lit. “For Māndhātṛ there was, in/among objects, dissatisfaction.”
lit. “For Māndhātṛ there was, in/among objects, dissatisfaction.”
The phrasing somehow suggests another possibility, e.g.:
“For a non-Māndhātṛ there can be, among objects, satisfaction.”
It somehow relates to Nanda's pointer in SN Canto 18 to the possibility of being present in the world (lokeṣu) without being of the world (na loka-dharmā).
kṣayaṃ gataṃ janma nirasta-janman saddharma-caryām-uṣito 'smi samyak /
Rebirth is over, O Refuter of Rebirth!
I am dwelling as one with observance of true dharma.
kṛtsnaṃ kṛtaṃ me kṛta-kārya kāryaṃ lokeṣu bhūto 'smi na loka-dharmā //18.10
What was for me to do, O Doer of the Necessary! is totally done.
I am present in the world without being of the world.
In other words, the bodhisattva in the present series of verses is ostensibly discussing whether or not there can be satisfaction with desires/objects, and he is citing historical examples of unenlightened men who were not satisfied with desires/objects, attained and unattained.
But what the bodhisattva is actually expressing might be a more subtle and profound perception, which is that all of us who are in the world are inevitably living among many desires in the realm of the senses.
And in this situation, in attaining and failing to attain those many and various desires/objects, we who are unenlightened are sometimes satisfied with desires/objects but are generally dissatisfied with desires/objects.
But the hope remains that, even in this very situation of living in the world among many desires in the realm of the senses, we might be able, even while living among desires/objects, to find satisfaction – for example, by really understanding the four noble truths and, equally, by devotedly following the noble eightfold path.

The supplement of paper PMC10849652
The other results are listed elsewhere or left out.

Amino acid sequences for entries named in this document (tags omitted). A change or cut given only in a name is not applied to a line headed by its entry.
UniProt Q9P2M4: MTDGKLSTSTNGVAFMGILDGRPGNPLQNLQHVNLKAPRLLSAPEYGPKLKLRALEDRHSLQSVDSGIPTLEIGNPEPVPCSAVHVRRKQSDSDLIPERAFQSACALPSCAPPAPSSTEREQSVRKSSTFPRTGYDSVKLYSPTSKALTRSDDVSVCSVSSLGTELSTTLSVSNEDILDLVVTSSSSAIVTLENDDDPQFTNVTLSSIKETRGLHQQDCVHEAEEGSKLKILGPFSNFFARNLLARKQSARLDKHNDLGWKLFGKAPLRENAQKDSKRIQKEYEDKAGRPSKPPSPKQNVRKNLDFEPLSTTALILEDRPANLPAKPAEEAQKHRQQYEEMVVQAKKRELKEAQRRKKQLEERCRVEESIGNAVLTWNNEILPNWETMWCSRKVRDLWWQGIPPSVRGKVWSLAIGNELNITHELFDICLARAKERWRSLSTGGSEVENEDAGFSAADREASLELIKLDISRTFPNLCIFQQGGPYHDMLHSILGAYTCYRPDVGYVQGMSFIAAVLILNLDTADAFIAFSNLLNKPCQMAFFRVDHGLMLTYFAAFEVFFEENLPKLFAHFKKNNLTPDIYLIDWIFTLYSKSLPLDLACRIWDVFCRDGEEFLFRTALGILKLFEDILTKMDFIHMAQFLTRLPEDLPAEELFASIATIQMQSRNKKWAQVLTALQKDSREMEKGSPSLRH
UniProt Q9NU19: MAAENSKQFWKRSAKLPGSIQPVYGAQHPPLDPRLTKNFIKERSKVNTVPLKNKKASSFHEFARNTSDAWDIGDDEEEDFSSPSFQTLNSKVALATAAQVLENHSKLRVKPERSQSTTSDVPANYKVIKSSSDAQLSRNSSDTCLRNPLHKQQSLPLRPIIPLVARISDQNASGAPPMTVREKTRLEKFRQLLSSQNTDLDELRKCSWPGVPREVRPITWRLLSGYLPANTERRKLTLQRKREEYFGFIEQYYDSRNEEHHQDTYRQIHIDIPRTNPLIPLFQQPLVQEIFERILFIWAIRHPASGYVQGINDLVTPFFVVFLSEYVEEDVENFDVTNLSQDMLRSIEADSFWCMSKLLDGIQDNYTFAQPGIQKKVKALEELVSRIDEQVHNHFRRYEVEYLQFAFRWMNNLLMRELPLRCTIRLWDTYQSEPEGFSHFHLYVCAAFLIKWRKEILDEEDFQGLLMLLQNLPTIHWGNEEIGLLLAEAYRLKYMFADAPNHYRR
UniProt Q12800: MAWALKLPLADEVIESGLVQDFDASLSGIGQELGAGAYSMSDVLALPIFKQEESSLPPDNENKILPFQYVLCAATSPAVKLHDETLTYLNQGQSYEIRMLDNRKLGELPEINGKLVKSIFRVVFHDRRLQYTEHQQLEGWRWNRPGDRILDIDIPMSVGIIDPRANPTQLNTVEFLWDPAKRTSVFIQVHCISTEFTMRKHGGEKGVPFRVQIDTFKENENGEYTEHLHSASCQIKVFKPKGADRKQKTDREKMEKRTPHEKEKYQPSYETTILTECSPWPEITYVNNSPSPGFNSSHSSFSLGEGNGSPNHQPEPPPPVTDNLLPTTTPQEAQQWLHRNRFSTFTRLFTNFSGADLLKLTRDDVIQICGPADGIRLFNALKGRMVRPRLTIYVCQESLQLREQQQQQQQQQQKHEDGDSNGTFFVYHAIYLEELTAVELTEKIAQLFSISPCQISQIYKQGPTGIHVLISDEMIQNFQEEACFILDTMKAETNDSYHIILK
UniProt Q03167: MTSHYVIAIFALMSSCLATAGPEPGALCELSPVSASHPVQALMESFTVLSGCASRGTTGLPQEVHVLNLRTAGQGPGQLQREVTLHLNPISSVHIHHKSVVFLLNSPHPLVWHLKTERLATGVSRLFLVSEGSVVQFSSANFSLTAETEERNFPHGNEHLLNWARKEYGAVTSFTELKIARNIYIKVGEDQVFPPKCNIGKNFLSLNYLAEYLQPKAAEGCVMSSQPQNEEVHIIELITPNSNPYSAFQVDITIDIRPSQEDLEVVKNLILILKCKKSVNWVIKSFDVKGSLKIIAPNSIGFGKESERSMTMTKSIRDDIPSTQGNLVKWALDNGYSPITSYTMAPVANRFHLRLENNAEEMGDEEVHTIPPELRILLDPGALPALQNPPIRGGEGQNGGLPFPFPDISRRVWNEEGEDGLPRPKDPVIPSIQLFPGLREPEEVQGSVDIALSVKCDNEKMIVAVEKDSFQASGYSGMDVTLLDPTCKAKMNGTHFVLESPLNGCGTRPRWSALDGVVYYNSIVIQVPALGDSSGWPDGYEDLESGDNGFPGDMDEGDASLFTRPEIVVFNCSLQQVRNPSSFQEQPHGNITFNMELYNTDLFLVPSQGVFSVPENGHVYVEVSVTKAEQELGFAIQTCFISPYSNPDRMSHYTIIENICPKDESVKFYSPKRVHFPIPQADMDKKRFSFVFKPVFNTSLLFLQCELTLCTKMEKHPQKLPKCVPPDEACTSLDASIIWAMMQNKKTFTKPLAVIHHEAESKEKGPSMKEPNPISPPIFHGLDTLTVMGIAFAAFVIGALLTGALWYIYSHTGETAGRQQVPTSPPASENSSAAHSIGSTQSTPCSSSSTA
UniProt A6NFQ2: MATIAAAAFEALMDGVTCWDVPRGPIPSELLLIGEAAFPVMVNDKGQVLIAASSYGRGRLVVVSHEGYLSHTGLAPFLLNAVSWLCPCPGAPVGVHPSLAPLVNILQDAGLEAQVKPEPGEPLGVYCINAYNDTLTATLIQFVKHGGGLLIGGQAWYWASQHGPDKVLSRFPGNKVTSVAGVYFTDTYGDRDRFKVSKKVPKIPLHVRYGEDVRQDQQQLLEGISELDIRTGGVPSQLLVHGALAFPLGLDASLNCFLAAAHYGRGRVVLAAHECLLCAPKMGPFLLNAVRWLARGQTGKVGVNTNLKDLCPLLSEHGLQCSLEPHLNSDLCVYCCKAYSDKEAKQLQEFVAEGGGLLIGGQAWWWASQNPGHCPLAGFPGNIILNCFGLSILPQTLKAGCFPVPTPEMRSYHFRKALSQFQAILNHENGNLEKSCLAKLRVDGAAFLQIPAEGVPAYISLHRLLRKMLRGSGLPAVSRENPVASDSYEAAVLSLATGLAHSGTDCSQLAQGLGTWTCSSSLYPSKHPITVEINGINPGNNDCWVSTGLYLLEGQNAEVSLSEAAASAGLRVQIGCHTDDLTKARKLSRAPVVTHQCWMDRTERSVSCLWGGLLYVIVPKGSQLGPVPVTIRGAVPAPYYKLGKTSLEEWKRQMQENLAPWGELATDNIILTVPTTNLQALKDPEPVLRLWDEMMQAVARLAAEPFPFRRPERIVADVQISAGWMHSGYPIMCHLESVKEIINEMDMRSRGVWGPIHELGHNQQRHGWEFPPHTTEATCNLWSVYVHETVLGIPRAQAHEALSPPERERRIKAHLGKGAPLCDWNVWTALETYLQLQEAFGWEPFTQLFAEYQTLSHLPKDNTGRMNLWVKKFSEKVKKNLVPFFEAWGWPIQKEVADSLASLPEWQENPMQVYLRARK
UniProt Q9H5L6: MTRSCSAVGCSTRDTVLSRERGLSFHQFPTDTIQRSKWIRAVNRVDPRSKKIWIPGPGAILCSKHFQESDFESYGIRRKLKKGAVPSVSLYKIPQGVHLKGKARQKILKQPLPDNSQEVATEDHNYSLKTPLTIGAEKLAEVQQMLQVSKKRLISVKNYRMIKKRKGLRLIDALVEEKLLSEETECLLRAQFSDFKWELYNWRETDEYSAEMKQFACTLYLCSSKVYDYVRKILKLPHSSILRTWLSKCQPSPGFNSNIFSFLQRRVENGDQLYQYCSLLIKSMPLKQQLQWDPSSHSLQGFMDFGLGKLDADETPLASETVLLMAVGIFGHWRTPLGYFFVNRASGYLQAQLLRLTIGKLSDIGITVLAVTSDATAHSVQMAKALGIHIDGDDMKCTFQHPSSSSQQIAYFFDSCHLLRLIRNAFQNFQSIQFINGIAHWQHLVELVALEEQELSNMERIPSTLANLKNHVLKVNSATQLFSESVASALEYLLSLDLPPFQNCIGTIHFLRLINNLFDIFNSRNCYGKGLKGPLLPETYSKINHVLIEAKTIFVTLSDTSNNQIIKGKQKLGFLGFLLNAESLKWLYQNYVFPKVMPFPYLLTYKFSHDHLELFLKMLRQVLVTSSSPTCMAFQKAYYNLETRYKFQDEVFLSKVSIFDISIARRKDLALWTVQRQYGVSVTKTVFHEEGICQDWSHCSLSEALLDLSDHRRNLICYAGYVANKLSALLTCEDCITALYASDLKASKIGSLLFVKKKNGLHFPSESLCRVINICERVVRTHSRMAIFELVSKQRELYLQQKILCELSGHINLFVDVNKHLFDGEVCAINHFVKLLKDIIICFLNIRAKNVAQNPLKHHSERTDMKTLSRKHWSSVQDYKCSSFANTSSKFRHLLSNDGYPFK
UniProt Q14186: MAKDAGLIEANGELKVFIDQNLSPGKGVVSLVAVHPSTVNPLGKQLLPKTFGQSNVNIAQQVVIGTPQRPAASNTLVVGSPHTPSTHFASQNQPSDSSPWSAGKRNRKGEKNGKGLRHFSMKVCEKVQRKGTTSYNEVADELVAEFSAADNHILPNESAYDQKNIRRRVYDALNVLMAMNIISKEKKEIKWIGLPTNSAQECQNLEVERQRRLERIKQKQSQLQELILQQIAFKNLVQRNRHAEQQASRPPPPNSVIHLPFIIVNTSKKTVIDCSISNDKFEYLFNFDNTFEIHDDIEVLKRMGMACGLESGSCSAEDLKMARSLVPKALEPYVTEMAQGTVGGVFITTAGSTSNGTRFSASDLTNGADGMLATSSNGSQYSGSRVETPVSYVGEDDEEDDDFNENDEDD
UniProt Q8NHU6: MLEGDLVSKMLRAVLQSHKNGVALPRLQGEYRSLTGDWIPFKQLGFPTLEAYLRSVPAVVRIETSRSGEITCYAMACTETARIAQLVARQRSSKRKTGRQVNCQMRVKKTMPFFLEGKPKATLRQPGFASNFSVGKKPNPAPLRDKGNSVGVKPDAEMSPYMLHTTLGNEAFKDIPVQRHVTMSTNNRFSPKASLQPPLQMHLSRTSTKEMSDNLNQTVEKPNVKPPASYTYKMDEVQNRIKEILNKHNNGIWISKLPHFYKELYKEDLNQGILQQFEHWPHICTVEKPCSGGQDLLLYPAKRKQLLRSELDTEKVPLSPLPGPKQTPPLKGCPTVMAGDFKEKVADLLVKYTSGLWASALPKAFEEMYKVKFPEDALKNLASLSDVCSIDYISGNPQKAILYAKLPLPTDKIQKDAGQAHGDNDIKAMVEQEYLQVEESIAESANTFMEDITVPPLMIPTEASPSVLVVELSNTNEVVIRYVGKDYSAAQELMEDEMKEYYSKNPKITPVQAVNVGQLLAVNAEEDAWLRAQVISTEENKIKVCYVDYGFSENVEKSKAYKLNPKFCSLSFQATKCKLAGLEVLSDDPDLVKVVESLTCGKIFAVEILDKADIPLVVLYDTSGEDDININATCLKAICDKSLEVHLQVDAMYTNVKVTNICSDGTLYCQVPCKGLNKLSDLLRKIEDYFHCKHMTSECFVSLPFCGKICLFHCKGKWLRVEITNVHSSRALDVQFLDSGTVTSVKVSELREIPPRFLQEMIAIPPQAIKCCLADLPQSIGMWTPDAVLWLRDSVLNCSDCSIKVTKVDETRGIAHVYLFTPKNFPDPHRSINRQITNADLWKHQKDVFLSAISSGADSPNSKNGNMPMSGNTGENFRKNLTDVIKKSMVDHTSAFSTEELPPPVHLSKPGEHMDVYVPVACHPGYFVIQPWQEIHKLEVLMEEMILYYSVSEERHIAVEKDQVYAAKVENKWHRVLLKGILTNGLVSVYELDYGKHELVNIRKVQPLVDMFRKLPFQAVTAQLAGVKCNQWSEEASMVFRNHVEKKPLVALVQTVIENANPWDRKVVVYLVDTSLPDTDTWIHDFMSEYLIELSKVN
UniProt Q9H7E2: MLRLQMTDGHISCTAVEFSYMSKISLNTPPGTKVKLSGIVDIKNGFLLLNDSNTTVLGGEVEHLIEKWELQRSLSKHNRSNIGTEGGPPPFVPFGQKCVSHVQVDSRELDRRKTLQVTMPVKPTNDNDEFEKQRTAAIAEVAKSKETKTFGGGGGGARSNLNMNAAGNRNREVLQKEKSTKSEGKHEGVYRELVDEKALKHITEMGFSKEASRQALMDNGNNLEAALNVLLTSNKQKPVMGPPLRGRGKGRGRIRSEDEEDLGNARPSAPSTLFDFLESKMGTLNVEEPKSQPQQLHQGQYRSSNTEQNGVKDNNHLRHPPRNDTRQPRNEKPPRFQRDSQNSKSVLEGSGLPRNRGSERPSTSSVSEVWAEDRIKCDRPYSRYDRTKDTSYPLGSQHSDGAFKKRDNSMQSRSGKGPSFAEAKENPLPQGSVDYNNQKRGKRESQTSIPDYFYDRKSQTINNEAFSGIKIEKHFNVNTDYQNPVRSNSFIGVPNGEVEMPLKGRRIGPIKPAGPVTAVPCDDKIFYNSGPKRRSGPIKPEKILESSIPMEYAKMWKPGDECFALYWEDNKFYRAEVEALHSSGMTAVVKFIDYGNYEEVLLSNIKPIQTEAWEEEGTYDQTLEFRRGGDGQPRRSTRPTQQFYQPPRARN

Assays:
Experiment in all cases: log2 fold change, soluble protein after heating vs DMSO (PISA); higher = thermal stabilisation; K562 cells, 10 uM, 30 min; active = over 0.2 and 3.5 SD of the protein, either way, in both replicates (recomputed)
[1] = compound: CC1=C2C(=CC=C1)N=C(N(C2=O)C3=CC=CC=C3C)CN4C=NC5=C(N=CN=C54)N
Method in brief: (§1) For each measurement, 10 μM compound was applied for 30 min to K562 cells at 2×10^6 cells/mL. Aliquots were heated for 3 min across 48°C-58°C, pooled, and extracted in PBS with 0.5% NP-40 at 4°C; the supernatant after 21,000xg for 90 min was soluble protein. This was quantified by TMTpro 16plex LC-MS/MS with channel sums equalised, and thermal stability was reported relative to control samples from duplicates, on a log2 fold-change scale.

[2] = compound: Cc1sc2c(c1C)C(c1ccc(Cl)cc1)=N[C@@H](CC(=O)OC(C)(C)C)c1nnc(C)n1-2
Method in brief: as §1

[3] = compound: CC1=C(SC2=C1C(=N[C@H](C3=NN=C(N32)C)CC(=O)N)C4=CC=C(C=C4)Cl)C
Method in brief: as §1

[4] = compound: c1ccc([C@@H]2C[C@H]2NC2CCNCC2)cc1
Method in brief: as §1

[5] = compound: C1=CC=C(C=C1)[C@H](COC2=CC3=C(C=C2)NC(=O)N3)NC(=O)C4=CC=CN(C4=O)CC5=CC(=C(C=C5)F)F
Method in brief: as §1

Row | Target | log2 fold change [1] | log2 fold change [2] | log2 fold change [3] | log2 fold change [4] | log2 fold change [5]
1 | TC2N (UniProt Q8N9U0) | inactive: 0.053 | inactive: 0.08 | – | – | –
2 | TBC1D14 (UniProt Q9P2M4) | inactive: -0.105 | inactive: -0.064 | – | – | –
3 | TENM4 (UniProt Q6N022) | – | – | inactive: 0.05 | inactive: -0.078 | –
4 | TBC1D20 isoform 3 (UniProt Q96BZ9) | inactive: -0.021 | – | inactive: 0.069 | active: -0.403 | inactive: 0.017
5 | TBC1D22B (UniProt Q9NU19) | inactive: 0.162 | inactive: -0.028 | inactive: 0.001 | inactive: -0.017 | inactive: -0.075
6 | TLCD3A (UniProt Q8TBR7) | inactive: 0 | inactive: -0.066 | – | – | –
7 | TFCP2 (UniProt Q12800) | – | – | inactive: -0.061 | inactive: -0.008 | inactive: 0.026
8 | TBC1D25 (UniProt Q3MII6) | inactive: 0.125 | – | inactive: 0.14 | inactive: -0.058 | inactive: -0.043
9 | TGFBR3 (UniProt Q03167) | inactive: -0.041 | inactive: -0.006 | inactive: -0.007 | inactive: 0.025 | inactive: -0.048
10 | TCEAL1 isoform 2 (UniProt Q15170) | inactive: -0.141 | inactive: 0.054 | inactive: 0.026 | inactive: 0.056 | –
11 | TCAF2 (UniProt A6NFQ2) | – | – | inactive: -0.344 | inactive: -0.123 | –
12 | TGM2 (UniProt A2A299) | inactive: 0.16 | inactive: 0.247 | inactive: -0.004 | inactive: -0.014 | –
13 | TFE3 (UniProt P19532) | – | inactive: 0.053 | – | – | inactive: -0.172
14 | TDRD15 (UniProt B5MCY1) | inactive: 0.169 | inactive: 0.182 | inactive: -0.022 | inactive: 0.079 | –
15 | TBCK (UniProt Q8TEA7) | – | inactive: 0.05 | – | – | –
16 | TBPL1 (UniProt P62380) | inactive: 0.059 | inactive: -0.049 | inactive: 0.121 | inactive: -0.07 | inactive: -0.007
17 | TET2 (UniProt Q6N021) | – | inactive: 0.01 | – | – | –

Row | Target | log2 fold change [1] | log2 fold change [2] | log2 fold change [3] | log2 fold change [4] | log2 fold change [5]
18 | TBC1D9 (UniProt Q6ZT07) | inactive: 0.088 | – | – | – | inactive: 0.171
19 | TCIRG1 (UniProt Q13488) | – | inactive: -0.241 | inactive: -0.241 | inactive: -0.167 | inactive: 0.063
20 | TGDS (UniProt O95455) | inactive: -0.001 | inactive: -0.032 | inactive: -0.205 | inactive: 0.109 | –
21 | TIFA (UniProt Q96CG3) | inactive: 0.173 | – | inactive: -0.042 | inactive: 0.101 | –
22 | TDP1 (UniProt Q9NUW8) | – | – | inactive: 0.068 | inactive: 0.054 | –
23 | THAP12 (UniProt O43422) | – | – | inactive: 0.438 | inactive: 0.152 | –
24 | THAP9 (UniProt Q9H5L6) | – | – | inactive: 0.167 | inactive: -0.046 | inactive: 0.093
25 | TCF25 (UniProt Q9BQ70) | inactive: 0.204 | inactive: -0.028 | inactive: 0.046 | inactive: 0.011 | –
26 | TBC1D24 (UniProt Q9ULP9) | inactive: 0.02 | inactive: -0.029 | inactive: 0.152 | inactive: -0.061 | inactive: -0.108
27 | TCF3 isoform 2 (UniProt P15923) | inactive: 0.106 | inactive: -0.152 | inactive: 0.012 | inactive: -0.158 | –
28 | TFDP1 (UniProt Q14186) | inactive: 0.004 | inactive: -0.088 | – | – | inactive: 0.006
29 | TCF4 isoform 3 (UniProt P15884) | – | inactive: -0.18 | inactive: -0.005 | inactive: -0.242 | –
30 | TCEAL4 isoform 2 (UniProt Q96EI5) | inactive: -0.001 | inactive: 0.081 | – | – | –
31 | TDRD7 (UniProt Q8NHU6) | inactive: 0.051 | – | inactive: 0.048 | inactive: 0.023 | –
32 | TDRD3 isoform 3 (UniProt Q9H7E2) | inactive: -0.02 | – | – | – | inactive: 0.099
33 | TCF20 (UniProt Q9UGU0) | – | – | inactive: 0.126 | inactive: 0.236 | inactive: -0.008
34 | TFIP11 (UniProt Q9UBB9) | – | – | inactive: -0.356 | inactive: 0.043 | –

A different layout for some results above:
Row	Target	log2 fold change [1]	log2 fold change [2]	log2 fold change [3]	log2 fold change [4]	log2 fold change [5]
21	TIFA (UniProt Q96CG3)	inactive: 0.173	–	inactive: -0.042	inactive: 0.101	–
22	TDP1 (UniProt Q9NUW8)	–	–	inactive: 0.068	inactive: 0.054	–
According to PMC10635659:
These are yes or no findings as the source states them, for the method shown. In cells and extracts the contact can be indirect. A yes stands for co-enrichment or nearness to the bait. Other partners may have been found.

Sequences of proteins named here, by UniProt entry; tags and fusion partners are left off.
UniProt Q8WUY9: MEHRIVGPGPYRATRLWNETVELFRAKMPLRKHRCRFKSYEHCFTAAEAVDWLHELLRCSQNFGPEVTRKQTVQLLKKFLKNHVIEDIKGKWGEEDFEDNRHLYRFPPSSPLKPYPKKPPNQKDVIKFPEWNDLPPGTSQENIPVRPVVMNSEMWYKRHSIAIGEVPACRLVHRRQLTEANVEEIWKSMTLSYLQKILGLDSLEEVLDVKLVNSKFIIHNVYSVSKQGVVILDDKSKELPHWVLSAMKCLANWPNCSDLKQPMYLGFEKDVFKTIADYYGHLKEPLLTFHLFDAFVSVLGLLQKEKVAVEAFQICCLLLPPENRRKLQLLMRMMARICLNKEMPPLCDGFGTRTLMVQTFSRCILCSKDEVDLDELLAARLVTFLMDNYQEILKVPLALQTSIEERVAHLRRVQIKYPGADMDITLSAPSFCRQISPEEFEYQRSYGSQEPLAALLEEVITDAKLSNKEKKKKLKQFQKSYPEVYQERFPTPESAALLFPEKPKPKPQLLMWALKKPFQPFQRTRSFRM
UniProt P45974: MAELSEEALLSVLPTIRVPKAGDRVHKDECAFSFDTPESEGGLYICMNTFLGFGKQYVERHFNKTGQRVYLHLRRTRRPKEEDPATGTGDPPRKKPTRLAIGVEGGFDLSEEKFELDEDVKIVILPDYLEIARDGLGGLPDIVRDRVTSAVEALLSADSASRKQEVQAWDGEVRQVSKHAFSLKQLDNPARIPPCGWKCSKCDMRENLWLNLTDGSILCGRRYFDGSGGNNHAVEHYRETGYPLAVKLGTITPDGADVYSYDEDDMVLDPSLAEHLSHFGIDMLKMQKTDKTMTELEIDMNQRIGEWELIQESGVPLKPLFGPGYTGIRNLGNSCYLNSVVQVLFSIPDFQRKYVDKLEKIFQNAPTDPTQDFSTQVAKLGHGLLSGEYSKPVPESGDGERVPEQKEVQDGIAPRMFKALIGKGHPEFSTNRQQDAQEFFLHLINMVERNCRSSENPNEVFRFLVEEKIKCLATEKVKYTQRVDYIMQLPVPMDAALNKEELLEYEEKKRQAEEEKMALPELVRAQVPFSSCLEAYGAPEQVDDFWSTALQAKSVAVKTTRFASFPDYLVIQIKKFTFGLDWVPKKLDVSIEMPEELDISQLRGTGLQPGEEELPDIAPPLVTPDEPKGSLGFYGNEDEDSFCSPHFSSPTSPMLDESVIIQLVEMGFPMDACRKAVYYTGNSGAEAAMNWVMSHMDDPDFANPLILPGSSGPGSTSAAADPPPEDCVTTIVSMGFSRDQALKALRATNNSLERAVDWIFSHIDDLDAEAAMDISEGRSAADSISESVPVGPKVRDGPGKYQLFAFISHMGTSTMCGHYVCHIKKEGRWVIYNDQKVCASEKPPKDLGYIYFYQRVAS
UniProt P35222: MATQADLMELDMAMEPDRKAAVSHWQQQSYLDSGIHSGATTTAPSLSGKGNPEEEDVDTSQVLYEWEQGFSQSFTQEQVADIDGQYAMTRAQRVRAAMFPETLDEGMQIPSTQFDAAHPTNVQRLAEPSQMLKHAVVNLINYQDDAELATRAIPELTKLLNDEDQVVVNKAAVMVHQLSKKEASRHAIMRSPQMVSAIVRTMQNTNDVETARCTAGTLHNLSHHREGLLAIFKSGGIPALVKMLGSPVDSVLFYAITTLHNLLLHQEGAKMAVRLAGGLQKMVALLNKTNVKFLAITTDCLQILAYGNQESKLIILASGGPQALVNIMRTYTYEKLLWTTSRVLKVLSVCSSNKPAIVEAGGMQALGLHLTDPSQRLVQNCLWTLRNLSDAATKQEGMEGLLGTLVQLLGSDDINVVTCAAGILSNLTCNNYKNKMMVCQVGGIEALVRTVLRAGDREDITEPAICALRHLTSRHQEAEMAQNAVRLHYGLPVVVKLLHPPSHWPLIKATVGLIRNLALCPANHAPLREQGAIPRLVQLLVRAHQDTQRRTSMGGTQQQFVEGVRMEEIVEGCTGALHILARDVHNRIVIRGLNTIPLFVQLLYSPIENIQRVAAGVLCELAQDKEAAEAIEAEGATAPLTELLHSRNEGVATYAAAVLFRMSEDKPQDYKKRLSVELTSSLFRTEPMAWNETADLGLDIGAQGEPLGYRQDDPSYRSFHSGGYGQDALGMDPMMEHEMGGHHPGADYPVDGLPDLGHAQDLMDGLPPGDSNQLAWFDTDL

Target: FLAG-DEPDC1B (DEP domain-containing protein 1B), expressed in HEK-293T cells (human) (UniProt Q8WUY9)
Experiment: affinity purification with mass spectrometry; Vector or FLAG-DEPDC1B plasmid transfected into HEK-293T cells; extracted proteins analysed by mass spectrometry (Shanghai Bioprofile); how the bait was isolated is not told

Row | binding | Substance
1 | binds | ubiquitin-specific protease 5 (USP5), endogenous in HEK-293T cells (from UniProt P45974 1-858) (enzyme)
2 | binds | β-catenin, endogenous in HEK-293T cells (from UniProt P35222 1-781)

If, in contrast, we seek to put the blame on desires and sensual objects and look forward to a day when those external enemies will all be defeated, our situation in following that approach might be fairly hopeless.
In an attempt to allow some such inkling to be conveyed by today's verse, the one Sanskrit word viṣayeṣu which EBC translated with two English words (“with pleasures”) and EHJ translated with five English words (“with the objects of sense”), I have translated with no less than seven English words (“among all his possessions in sensory realms”) – which might be some kind of record for lack of pithiness.
In light of all of the above, the title of the present Canto is interesting. Kāma-vigarhaṇaḥ means Blaming/Condemning Desires. But the main gist of the Canto is the question (repeated in every verse from BC11.22 through BC11.33)
kāmeṣu kasyātmavato ratiḥ syāt...?,
lit. “For what man in possession of himself would there be enjoyment of desires [which are like....]?”
So implicit in the bodhisattva's oft-repeated question is not the blaming or condemning of desires; implicit in the bodhisattva's question is rather the blaming or condemning of not being in possession of oneself.
Desires out there are not to blame for this lack of satisfaction in here. The fault is rather in faults in here.